Involve women in climate change-By Wangari Maathai , Nobel Peace price award winner(2004)

Women need land and resource rights to implement progressive forestry
or agricultural practices.

A year after much-touted climate change summit in Copenhagen, country
negotiators from around the world are together again to work out an
international response to climate change. While many believe we should
lower our expectations for this year’s climate change summit underway
in Cancun, this would be a mistake. As global temperatures rise, so do
the challenge’s for the world’s poorest citizens — women, especially
those living in developing countries.

Women are living on the frontlines of climate change, and are ready to
be active partners in dealing with climate change. The negotiations in
Cancun should be an opportunity to empower women and make concrete
commitments that will turn some promises of earlier negotiations into
a fair, binding, and legal document.

From food shortages to forest degradation and new and more complex
health risks, as well as an increased likelihood of conflict over
resources, the impacts of climate change threaten to further
jeopardise the lives of women and girls. But just as many women are
bearing the greatest burden of climate change because of their role as
providers for their families, it is women who are developing the
solutions that will save our world from the impacts of global warming.

Re-using solid waste

Through its green technology initiative in India, the Self-Employed
Women’s Association has helped provide over 1,50,000 women with
microcredit and training required to take advantage of new green
technology. While the developed world talks about action, women from
the poorest sectors of India’s economy are cutting carbon emissions by
ending their reliance on coal, re-using forms of solid waste and
promoting the merits of alternative energy.

Similarly, in regions where women are able to be decision-makers over
land use and resources, they are proving to be a positive force for
sustainable change. But it is not just women in the developing world
who are taking on the challenge of climate change. As the research
from North America, Europe, and India demonstrates, women around the
world demonstrate greater scientific knowledge of climate change, show
more concern, and are more willing to adopt policies that are designed
to address global warming. Internationally, women leaders are at the
forefront of a global civil society network working to hold
government, international institutions, and the private sector to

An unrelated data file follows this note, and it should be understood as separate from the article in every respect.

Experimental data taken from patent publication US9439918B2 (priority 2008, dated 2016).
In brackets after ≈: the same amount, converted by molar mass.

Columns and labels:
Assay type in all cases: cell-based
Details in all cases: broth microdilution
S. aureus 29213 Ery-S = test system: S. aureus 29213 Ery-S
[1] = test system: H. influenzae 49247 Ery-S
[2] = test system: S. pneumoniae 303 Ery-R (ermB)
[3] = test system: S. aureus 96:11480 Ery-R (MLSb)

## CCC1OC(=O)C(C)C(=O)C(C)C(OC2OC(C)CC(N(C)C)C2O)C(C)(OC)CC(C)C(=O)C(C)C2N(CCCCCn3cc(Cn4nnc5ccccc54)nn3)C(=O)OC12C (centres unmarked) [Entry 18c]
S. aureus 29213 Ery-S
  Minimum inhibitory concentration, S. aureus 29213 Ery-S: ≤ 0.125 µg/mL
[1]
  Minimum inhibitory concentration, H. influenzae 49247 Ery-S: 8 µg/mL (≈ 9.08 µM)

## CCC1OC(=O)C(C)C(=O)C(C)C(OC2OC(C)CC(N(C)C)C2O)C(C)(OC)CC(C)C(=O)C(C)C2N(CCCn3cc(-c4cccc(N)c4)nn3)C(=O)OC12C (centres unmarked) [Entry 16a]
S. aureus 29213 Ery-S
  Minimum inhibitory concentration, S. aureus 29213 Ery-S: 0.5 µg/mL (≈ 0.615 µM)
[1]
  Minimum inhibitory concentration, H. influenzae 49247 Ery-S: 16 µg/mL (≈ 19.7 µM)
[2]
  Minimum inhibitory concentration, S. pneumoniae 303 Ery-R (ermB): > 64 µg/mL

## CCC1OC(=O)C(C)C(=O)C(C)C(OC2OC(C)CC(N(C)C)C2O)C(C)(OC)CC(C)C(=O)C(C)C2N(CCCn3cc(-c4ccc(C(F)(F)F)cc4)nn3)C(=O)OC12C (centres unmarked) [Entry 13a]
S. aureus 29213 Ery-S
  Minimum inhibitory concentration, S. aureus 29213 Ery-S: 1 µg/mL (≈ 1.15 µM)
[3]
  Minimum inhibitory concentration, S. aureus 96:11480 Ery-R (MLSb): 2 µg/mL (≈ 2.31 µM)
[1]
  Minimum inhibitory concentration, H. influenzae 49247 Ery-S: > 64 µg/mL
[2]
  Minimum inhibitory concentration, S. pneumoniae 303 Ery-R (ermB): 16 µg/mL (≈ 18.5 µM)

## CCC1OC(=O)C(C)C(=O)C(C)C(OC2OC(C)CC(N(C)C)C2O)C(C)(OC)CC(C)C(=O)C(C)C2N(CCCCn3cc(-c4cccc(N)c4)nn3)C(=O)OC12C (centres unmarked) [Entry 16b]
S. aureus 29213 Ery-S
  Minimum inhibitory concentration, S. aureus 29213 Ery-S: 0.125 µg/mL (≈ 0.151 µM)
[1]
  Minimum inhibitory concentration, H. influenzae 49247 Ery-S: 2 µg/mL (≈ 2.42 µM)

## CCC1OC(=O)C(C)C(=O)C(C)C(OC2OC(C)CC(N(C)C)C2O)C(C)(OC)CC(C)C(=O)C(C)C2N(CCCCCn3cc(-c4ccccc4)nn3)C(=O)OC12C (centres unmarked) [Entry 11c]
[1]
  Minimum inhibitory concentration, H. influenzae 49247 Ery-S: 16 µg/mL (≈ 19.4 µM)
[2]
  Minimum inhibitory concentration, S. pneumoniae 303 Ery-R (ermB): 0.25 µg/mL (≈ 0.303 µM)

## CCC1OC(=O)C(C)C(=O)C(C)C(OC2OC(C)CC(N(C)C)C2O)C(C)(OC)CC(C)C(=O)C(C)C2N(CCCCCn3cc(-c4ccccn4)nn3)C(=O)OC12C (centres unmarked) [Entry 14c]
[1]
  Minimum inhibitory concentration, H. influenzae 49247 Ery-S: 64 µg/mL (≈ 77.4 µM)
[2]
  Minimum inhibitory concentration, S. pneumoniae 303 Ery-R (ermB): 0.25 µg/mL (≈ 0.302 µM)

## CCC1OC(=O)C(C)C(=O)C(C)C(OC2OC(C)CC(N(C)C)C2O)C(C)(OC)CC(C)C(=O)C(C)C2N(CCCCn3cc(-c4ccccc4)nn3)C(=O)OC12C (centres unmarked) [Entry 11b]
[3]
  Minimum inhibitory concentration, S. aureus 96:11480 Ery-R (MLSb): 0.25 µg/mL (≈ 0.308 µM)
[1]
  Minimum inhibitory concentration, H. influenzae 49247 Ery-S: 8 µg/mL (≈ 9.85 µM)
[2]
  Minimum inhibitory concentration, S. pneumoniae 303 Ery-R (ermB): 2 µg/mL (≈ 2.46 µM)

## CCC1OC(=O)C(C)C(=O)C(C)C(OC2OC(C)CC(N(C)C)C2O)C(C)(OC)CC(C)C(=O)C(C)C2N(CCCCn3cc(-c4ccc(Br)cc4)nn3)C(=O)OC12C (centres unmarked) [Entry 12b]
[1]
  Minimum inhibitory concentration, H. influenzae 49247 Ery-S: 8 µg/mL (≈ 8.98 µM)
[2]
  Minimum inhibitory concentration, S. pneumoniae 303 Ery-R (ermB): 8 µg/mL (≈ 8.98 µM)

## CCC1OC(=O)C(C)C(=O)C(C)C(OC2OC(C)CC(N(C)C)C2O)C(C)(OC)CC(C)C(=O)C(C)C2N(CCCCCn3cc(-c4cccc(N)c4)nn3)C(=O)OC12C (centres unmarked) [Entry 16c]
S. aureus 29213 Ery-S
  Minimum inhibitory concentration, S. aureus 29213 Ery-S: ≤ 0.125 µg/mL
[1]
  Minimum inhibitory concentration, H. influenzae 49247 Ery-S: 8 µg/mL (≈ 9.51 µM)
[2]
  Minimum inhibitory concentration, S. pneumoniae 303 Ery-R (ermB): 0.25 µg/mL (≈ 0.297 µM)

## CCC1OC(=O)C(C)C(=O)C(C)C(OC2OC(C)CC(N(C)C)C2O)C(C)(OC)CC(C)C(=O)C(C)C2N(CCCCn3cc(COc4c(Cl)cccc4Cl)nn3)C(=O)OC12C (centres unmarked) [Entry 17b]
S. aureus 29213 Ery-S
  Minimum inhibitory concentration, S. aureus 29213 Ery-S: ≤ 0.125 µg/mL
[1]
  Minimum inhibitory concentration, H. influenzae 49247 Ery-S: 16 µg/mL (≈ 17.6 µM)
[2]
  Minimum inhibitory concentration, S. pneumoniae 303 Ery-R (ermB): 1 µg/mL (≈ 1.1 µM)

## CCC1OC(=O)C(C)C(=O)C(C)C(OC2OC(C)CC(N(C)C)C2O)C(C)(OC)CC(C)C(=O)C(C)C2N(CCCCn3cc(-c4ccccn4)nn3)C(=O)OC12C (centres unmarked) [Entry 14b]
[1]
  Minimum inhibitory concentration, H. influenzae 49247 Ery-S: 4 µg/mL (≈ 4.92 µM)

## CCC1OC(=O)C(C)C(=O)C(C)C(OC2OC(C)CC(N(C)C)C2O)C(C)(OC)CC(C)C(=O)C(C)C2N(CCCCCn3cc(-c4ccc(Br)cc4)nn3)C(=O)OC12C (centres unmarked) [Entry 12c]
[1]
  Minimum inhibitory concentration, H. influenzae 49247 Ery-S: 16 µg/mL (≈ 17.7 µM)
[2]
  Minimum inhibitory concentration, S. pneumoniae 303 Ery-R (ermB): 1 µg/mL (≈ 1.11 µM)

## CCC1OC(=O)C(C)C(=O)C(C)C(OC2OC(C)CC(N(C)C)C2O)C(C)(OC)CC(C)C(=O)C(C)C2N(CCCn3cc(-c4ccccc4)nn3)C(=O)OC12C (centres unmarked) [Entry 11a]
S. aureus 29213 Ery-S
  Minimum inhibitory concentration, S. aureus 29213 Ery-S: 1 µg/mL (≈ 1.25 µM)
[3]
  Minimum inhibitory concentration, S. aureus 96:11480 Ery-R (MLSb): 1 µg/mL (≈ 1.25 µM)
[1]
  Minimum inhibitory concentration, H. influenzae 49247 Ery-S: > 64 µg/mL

account for their promises on climate action.

Yet despite their willingness to take political and individual action,
entrenched inequality between men and women continues to pose a
critical obstacle to global efforts to address climate change.

The most fuel-efficient stove ever produced will do little to bring an
end to deforestation or reduce carbon emissions if women do not have
access to the training required to use it, the micro-credit needed to
buy it, or the financial freedom to control household expenditure.

In many parts of the world women do not own collective or individual
title to the land from which they live. This lack of control means
they are less able to implement sustainable agriculture or adapt
forest management strategies that contribute to climate change
mitigation as their voices are not heard when decisions are made. It
also impedes their ability to participate effectively in programmes
such as REDD+, which offers financial incentives for reducing
emissions from deforestation.

REDD+ will only work if policy makers are willing to learn from
grassroots level women. One of the key lessons is that focusing on
carbon as the sole measure of the success of a climate change project
has the potential to derail international efforts to combat climate
change. Moving forward, we need to also take into consideration
community rights to land and carbon, the livelihoods of people in
communities, and issues related to governance.

In March this year, when UN Secretary General Ban Ki-moon announced a
climate finance panel expected to mobilise $100 billion a year to help
those most affected by climate change, the 19-person panel did not
include a single woman.

Not only should women be represented on a climate change finance
panel. Every effort possible must also be made to ensure that women
have access to the education, training, and finances needed to adopt
sustainable technologies and participate in the green economy. Women
and girls also need the land and resource rights to implement
progressive forestry or agricultural practices. Last and certainly not
least, women need the basic democratic rights that will enable them to
vote for and promote green policies at the local, national, and
international level.

If the international community is serious about addressing climate
change, it must recognise women as a fundamental part of the climate

(The writer is a winner of Nobel Peace Prize in 2004)

REDD+ : Reducing Emissions from Deforestation and Forest Degradation

Source : Deccan Herald
Date :08/12/2010
Article URL :

Disclaimer: I am not Having any right in the above article,The article
is belong to Deccan Herald daily newspaper.



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